The United States was on heightened alert for school violence Friday after rumors of potential shootings spread on TikTok, though authorities said no credible threat had been found.
Some schools — already on edge after a recent shooting — sent warnings to parents and stepped up security, with a number of districts also canceling classes for the day. “The White House and federal law enforcement are closely monitoring threats of violence in schools circulating on social media,” White House Press Secretary Jen Psaki said on Twitter.
TikTok said that it was working with law enforcement to investigate reported videos discussing an upcoming school shooting, but had “found nothing.” “Local authorities, the FBI, and DHS (Department of Homeland Security) have confirmed there’s no credible threat,” the company said, “so we’re working to remove alarmist warnings that violate our misinformation policy.”
“If we did find promotion of violence on our platform, we’d remove and report it to law enforcement,” it added.
The FBI said it was examining supposed threats, and the DHS said in a tweet that it did “not have any information indicating any specific, credible threats to schools.”
Recent school shootings
Coming less than three weeks after the latest mass shooting in a US high school — which left four students dead in Oxford, Michigan — school administrators were quick to respond to the rumors.
“There is information circulating that today may be a day of attacks on schools. Administration and DC Police are very aware of this and on close watch,” a message sent to parents by a school in Washington said Friday morning.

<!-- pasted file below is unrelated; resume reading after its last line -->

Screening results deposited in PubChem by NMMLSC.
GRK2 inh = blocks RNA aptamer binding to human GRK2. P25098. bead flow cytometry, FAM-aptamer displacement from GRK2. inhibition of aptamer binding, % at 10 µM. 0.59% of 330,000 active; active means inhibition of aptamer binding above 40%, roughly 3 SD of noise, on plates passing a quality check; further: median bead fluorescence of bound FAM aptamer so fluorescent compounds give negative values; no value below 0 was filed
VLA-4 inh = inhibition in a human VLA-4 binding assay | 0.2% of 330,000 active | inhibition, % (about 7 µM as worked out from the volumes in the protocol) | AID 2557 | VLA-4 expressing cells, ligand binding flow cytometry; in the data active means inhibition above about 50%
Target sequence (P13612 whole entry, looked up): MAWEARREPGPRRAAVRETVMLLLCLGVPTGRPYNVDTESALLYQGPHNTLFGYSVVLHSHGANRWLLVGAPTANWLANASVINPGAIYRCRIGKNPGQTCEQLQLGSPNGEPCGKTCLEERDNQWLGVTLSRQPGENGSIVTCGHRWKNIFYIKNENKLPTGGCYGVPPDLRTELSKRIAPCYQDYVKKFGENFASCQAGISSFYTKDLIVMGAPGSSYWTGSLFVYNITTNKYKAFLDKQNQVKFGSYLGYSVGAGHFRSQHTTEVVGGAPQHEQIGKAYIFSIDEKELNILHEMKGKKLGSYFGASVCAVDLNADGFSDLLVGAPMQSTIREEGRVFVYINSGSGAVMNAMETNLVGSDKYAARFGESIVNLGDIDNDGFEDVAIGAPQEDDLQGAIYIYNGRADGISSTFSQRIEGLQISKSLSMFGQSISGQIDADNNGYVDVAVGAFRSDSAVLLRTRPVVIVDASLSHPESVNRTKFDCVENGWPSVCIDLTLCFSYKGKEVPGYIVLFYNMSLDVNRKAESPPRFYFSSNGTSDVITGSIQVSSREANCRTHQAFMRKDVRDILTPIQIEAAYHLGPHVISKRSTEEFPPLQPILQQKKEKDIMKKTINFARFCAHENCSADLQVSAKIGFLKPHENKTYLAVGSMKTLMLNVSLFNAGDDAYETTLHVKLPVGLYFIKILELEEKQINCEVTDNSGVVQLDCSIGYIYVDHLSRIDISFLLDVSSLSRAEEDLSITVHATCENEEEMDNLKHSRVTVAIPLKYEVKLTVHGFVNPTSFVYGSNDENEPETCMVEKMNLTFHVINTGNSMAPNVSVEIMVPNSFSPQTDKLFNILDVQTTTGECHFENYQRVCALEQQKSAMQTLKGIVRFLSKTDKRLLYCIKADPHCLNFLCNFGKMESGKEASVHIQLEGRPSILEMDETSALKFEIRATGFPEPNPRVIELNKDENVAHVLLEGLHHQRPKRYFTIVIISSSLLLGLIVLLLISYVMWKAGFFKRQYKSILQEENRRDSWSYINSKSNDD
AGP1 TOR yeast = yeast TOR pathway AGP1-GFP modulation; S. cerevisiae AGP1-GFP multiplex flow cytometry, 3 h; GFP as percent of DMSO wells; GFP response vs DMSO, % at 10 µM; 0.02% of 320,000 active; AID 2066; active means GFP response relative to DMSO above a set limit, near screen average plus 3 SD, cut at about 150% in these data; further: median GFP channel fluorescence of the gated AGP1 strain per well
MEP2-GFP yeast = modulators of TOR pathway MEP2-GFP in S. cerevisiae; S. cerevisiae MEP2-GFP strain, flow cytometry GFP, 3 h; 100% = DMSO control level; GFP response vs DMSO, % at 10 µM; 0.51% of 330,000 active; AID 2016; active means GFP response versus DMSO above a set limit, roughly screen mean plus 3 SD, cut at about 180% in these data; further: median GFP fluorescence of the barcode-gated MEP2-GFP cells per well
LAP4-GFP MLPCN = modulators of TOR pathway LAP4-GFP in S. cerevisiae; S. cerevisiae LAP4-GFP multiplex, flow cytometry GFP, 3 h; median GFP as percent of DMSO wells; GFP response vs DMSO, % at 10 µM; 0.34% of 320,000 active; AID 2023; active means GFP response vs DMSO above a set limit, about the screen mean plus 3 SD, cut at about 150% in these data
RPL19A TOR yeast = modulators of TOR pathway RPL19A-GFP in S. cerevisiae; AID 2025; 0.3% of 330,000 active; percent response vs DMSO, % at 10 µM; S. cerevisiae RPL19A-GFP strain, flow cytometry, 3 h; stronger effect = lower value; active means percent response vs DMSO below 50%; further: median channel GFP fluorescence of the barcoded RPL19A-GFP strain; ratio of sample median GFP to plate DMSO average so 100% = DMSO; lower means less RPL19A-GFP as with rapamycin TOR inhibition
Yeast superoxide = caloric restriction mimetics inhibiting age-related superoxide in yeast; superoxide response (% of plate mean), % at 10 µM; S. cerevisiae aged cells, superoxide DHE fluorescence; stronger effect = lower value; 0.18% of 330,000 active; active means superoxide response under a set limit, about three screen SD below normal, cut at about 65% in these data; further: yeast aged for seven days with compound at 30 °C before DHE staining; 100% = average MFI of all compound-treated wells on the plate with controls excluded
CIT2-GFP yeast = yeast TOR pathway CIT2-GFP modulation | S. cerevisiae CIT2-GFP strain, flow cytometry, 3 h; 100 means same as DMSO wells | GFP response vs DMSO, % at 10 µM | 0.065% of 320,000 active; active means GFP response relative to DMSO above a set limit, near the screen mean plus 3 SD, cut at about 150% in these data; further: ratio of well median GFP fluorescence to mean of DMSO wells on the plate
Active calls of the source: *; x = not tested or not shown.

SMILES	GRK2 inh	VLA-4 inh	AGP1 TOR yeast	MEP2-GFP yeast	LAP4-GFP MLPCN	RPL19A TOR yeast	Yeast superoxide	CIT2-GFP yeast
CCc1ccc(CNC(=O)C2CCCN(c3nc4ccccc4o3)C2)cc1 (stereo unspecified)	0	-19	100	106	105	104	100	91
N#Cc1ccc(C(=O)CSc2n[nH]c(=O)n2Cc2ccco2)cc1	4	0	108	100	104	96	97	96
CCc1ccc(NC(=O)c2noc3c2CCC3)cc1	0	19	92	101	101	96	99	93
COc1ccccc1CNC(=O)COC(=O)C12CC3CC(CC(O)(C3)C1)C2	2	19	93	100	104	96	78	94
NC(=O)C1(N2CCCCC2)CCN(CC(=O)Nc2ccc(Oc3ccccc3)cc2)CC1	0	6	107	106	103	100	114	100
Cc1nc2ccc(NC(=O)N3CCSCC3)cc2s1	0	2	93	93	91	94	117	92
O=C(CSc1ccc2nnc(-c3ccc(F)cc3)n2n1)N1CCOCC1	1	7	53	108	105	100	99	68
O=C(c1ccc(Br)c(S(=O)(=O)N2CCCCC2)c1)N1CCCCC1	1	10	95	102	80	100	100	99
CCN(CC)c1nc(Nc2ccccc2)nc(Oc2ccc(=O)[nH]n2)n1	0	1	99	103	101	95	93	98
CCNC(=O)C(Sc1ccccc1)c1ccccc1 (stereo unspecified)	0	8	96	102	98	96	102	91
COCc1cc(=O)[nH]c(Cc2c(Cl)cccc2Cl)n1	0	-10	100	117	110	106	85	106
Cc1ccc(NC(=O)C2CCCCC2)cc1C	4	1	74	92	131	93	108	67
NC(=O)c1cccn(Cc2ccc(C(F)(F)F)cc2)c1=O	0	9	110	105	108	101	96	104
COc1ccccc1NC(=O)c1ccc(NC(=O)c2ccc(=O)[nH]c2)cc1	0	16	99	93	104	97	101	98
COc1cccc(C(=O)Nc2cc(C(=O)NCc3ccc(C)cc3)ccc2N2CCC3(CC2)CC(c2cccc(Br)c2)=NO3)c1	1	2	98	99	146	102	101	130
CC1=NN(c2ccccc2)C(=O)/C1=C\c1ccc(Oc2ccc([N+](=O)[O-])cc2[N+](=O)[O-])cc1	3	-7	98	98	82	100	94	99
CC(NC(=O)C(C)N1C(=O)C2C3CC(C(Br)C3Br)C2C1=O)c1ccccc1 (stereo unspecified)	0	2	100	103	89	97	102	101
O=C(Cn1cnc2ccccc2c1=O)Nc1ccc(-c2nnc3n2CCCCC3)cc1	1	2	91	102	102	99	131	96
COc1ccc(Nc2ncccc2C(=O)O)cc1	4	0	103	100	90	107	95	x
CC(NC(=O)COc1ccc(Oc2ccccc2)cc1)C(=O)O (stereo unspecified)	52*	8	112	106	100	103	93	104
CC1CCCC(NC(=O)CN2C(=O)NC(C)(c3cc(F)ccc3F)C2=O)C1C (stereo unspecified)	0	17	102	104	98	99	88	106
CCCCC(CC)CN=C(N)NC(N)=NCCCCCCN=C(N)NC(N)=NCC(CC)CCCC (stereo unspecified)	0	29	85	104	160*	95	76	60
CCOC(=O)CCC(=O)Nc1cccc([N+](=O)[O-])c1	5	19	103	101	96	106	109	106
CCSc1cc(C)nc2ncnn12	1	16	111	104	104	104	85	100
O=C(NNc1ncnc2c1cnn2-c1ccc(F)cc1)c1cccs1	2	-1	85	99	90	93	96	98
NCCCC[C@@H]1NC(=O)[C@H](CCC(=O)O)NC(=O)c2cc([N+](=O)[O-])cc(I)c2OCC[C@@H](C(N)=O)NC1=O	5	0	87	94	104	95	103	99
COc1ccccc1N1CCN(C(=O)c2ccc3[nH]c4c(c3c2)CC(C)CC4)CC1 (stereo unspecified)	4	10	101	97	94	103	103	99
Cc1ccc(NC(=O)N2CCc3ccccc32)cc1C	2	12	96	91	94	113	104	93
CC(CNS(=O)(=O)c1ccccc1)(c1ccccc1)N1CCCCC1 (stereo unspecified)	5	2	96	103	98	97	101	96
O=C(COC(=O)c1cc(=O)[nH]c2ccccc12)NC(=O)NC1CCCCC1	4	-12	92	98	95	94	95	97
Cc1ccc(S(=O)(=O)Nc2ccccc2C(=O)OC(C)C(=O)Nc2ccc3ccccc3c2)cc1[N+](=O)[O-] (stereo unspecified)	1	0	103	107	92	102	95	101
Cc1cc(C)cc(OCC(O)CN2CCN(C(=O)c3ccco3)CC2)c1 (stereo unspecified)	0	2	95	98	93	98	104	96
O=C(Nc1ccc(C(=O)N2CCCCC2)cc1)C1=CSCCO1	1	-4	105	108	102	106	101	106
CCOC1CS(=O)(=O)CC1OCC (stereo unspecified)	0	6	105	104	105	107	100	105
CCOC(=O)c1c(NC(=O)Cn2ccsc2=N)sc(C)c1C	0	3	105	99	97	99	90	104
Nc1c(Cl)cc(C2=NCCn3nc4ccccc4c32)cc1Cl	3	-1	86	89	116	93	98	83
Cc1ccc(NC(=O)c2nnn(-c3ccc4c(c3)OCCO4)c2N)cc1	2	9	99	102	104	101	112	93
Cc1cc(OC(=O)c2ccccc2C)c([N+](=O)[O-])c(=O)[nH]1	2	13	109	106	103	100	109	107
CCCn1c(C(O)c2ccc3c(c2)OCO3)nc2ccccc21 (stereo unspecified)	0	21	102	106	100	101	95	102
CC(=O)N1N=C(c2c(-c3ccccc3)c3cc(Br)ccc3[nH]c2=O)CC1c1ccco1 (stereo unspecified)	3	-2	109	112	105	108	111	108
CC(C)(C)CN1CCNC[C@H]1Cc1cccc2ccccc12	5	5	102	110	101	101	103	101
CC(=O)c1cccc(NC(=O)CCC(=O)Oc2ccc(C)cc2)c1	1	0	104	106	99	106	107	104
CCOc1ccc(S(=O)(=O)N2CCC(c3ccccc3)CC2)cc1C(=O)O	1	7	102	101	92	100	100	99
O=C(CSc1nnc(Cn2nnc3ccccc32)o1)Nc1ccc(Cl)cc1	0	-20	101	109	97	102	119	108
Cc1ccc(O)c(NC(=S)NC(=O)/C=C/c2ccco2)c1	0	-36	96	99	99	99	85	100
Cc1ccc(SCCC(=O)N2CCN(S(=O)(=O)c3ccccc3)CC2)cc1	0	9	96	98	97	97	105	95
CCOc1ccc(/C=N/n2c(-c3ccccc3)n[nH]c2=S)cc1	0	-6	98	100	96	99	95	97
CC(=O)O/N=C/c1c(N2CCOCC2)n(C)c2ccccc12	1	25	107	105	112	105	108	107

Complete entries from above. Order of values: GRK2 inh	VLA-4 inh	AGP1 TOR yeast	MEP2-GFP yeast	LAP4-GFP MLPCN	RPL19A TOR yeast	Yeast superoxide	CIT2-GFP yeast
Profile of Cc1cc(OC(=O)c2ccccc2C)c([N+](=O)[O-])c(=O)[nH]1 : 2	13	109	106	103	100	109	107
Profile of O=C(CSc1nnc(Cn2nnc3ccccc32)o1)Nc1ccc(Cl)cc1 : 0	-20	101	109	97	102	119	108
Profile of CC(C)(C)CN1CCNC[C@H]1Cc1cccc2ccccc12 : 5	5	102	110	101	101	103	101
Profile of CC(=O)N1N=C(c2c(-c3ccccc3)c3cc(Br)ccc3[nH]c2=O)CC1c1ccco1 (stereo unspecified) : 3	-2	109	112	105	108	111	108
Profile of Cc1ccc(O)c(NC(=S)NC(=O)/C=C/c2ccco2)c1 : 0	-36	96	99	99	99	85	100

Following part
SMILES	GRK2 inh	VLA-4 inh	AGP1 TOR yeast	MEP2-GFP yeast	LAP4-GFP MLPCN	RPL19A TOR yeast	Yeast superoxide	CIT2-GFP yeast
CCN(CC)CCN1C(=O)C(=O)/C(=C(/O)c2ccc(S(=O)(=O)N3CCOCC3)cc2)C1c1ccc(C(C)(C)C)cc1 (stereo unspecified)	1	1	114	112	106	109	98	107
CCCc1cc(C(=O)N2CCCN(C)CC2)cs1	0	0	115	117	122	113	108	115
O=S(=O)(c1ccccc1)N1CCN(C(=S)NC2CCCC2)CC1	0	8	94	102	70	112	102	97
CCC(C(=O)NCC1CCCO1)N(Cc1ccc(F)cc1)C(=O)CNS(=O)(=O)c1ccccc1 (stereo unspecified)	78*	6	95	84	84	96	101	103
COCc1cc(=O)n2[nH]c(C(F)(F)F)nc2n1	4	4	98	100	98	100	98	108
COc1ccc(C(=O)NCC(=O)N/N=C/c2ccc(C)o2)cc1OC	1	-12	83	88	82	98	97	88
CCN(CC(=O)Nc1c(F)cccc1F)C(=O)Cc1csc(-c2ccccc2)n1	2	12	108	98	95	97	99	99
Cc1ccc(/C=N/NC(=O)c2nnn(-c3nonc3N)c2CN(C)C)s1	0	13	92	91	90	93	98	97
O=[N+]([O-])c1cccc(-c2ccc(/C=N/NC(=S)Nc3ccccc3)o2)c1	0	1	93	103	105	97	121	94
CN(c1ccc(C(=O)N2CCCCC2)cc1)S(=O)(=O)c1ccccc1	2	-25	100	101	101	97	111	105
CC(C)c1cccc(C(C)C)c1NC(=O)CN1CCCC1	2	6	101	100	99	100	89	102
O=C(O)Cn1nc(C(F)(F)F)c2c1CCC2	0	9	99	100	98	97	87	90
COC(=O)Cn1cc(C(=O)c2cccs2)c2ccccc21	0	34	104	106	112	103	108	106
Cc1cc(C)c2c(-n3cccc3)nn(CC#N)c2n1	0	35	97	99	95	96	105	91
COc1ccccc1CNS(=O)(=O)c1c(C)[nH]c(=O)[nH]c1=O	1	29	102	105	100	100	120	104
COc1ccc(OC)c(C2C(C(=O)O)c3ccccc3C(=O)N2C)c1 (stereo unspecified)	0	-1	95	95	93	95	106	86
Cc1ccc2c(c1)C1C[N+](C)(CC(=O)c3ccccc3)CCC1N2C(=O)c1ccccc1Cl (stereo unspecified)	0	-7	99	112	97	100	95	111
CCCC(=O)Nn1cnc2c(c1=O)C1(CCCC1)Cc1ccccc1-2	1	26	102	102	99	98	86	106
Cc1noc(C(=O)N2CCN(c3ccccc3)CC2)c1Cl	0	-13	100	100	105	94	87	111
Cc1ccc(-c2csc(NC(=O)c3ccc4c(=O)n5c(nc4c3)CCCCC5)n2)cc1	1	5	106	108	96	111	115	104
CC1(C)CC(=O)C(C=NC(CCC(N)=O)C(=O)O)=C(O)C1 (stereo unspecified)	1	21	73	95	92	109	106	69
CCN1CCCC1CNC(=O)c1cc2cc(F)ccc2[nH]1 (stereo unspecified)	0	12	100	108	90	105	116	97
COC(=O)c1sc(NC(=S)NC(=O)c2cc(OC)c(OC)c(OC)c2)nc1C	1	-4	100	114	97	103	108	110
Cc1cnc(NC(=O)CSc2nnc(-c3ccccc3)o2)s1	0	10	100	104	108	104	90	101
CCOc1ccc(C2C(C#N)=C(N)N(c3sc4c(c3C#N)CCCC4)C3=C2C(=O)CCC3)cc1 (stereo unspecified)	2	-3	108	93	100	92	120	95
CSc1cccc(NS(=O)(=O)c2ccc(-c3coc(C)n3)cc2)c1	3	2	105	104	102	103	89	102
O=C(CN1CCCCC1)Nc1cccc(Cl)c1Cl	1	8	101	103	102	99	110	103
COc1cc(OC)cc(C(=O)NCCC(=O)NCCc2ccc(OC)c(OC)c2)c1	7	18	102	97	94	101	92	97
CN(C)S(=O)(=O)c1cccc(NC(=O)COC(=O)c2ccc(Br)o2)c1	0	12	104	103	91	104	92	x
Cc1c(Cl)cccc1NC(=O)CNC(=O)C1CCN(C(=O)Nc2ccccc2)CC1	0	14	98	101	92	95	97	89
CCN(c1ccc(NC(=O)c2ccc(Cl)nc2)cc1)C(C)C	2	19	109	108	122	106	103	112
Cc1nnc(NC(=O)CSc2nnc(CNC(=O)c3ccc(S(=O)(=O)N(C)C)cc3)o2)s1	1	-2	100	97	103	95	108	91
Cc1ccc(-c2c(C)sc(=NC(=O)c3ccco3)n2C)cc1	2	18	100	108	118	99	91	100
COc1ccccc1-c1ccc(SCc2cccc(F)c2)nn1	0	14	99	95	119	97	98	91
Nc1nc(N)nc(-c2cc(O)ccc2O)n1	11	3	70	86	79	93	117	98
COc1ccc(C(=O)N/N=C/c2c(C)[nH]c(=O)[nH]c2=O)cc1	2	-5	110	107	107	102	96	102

The Pennsbury School District in Pennsylvania told parents that there would be an increased police presence even though they “do not believe the threat to be credible.” Psaki said that “today is another reminder of how many kids and parents live in fear of school shootings or violence. It is unacceptable.”
TikTok, one of the most popular social media services with school-aged children, has already come under fire for allowing the posting of short videos challenging people to risky, damaging and illegal acts.
Earlier this year the viral “Devious Licks” challenge video encouraged students to vandalize bathrooms at schools and make copycat TikTok videos of it. That led to numerous cases of minor destruction of school property around the country. At the time TikTok said it was taking action to remove videos and minimize their spread “to discourage such behavior.”
According to Everytown for Gun Safety, an anti-gun violence nonprofit, at least 149 school shootings have occurred in the United States so far this year, with 32 deaths and 94 injuries.
Sandy Hook Promise, a group formed in response to the 2012 mass shooting at Sandy Hook Elementary School in Newtown, Connecticut, condemned the alleged threat.
“Gun violence is not a subject for jokes or pranks. All threats need to be taken seriously,” they said in a statement.
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